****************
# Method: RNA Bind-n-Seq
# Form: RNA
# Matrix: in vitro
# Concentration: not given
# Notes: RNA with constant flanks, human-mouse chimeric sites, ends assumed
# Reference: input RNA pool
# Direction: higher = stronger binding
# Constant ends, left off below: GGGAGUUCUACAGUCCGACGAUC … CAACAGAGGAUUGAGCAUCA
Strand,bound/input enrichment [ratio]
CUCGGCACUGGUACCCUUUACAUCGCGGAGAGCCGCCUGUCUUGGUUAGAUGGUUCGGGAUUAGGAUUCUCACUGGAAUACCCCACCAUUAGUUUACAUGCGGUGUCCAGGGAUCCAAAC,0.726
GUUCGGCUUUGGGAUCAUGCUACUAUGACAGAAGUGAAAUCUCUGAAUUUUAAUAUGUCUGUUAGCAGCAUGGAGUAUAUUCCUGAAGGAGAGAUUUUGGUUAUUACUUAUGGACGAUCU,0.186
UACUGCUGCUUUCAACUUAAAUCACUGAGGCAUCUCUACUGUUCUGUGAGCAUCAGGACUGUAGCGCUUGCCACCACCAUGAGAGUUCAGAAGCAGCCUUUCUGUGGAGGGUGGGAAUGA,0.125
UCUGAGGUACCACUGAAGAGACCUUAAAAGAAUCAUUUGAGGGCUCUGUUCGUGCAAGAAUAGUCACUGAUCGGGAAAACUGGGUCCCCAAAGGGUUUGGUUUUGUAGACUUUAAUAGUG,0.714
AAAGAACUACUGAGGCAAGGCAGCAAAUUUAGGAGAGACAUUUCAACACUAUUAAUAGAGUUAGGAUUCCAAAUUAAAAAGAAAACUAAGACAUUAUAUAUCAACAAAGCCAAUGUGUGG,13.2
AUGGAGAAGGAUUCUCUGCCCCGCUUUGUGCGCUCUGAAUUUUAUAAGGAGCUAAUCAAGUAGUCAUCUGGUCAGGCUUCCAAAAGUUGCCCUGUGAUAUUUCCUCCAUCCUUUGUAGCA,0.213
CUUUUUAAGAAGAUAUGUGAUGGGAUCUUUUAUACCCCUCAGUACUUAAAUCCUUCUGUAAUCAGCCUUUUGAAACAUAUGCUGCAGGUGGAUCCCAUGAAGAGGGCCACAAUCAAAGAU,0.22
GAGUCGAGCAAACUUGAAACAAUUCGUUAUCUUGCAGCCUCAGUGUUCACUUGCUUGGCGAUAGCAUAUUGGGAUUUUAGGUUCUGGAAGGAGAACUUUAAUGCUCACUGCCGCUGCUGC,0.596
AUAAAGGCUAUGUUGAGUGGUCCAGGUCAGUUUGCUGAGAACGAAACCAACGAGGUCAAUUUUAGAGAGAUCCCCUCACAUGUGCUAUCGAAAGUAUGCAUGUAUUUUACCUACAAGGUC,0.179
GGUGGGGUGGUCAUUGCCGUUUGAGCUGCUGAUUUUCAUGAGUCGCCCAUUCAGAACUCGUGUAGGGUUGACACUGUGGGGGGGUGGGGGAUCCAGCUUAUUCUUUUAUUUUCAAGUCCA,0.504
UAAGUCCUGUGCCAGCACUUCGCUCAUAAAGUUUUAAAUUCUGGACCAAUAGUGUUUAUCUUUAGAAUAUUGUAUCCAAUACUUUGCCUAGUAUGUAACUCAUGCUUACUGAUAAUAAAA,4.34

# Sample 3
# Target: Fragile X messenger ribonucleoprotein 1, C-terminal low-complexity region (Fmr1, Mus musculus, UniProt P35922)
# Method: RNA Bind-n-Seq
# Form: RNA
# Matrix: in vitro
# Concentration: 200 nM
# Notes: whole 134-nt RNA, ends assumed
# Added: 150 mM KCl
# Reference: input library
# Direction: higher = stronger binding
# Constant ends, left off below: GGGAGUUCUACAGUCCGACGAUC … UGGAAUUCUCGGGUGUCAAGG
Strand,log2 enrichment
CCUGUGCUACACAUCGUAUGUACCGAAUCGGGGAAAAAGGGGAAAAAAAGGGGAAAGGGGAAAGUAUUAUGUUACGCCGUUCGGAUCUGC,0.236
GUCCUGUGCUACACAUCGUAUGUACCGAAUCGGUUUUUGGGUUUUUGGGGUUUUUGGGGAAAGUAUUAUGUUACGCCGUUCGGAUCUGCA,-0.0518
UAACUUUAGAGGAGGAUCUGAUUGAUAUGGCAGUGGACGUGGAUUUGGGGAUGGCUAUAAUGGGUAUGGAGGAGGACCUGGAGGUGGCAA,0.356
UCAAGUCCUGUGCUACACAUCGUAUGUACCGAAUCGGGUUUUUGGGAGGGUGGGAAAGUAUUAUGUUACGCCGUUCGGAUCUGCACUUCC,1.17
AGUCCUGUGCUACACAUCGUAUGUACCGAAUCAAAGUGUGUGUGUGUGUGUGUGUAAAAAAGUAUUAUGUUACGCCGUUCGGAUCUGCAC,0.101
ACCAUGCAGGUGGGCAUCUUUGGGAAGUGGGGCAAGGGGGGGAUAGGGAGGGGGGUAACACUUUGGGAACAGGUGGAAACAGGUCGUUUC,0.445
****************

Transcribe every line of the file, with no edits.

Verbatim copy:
# Method: RNA Bind-n-Seq
# Form: RNA
# Matrix: in vitro
# Concentration: not given
# Notes: RNA with constant flanks, human-mouse chimeric sites, ends assumed
# Reference: input RNA pool
# Direction: higher = stronger binding
# Constant ends, left off below: GGGAGUUCUACAGUCCGACGAUC … CAACAGAGGAUUGAGCAUCA
Strand,bound/input enrichment [ratio]
CUCGGCACUGGUACCCUUUACAUCGCGGAGAGCCGCCUGUCUUGGUUAGAUGGUUCGGGAUUAGGAUUCUCACUGGAAUACCCCACCAUUAGUUUACAUGCGGUGUCCAGGGAUCCAAAC,0.726
GUUCGGCUUUGGGAUCAUGCUACUAUGACAGAAGUGAAAUCUCUGAAUUUUAAUAUGUCUGUUAGCAGCAUGGAGUAUAUUCCUGAAGGAGAGAUUUUGGUUAUUACUUAUGGACGAUCU,0.186
UACUGCUGCUUUCAACUUAAAUCACUGAGGCAUCUCUACUGUUCUGUGAGCAUCAGGACUGUAGCGCUUGCCACCACCAUGAGAGUUCAGAAGCAGCCUUUCUGUGGAGGGUGGGAAUGA,0.125
UCUGAGGUACCACUGAAGAGACCUUAAAAGAAUCAUUUGAGGGCUCUGUUCGUGCAAGAAUAGUCACUGAUCGGGAAAACUGGGUCCCCAAAGGGUUUGGUUUUGUAGACUUUAAUAGUG,0.714
AAAGAACUACUGAGGCAAGGCAGCAAAUUUAGGAGAGACAUUUCAACACUAUUAAUAGAGUUAGGAUUCCAAAUUAAAAAGAAAACUAAGACAUUAUAUAUCAACAAAGCCAAUGUGUGG,13.2
AUGGAGAAGGAUUCUCUGCCCCGCUUUGUGCGCUCUGAAUUUUAUAAGGAGCUAAUCAAGUAGUCAUCUGGUCAGGCUUCCAAAAGUUGCCCUGUGAUAUUUCCUCCAUCCUUUGUAGCA,0.213
CUUUUUAAGAAGAUAUGUGAUGGGAUCUUUUAUACCCCUCAGUACUUAAAUCCUUCUGUAAUCAGCCUUUUGAAACAUAUGCUGCAGGUGGAUCCCAUGAAGAGGGCCACAAUCAAAGAU,0.22
GAGUCGAGCAAACUUGAAACAAUUCGUUAUCUUGCAGCCUCAGUGUUCACUUGCUUGGCGAUAGCAUAUUGGGAUUUUAGGUUCUGGAAGGAGAACUUUAAUGCUCACUGCCGCUGCUGC,0.596
AUAAAGGCUAUGUUGAGUGGUCCAGGUCAGUUUGCUGAGAACGAAACCAACGAGGUCAAUUUUAGAGAGAUCCCCUCACAUGUGCUAUCGAAAGUAUGCAUGUAUUUUACCUACAAGGUC,0.179
GGUGGGGUGGUCAUUGCCGUUUGAGCUGCUGAUUUUCAUGAGUCGCCCAUUCAGAACUCGUGUAGGGUUGACACUGUGGGGGGGUGGGGGAUCCAGCUUAUUCUUUUAUUUUCAAGUCCA,0.504
UAAGUCCUGUGCCAGCACUUCGCUCAUAAAGUUUUAAAUUCUGGACCAAUAGUGUUUAUCUUUAGAAUAUUGUAUCCAAUACUUUGCCUAGUAUGUAACUCAUGCUUACUGAUAAUAAAA,4.34

# Sample 3
# Target: Fragile X messenger ribonucleoprotein 1, C-terminal low-complexity region (Fmr1, Mus musculus, UniProt P35922)
# Method: RNA Bind-n-Seq
# Form: RNA
# Matrix: in vitro
# Concentration: 200 nM
# Notes: whole 134-nt RNA, ends assumed
# Added: 150 mM KCl
# Reference: input library
# Direction: higher = stronger binding
# Constant ends, left off below: GGGAGUUCUACAGUCCGACGAUC … UGGAAUUCUCGGGUGUCAAGG
Strand,log2 enrichment
CCUGUGCUACACAUCGUAUGUACCGAAUCGGGGAAAAAGGGGAAAAAAAGGGGAAAGGGGAAAGUAUUAUGUUACGCCGUUCGGAUCUGC,0.236
GUCCUGUGCUACACAUCGUAUGUACCGAAUCGGUUUUUGGGUUUUUGGGGUUUUUGGGGAAAGUAUUAUGUUACGCCGUUCGGAUCUGCA,-0.0518
UAACUUUAGAGGAGGAUCUGAUUGAUAUGGCAGUGGACGUGGAUUUGGGGAUGGCUAUAAUGGGUAUGGAGGAGGACCUGGAGGUGGCAA,0.356
UCAAGUCCUGUGCUACACAUCGUAUGUACCGAAUCGGGUUUUUGGGAGGGUGGGAAAGUAUUAUGUUACGCCGUUCGGAUCUGCACUUCC,1.17
AGUCCUGUGCUACACAUCGUAUGUACCGAAUCAAAGUGUGUGUGUGUGUGUGUGUAAAAAAGUAUUAUGUUACGCCGUUCGGAUCUGCAC,0.101
ACCAUGCAGGUGGGCAUCUUUGGGAAGUGGGGCAAGGGGGGGAUAGGGAGGGGGGUAACACUUUGGGAACAGGUGGAAACAGGUCGUUUC,0.445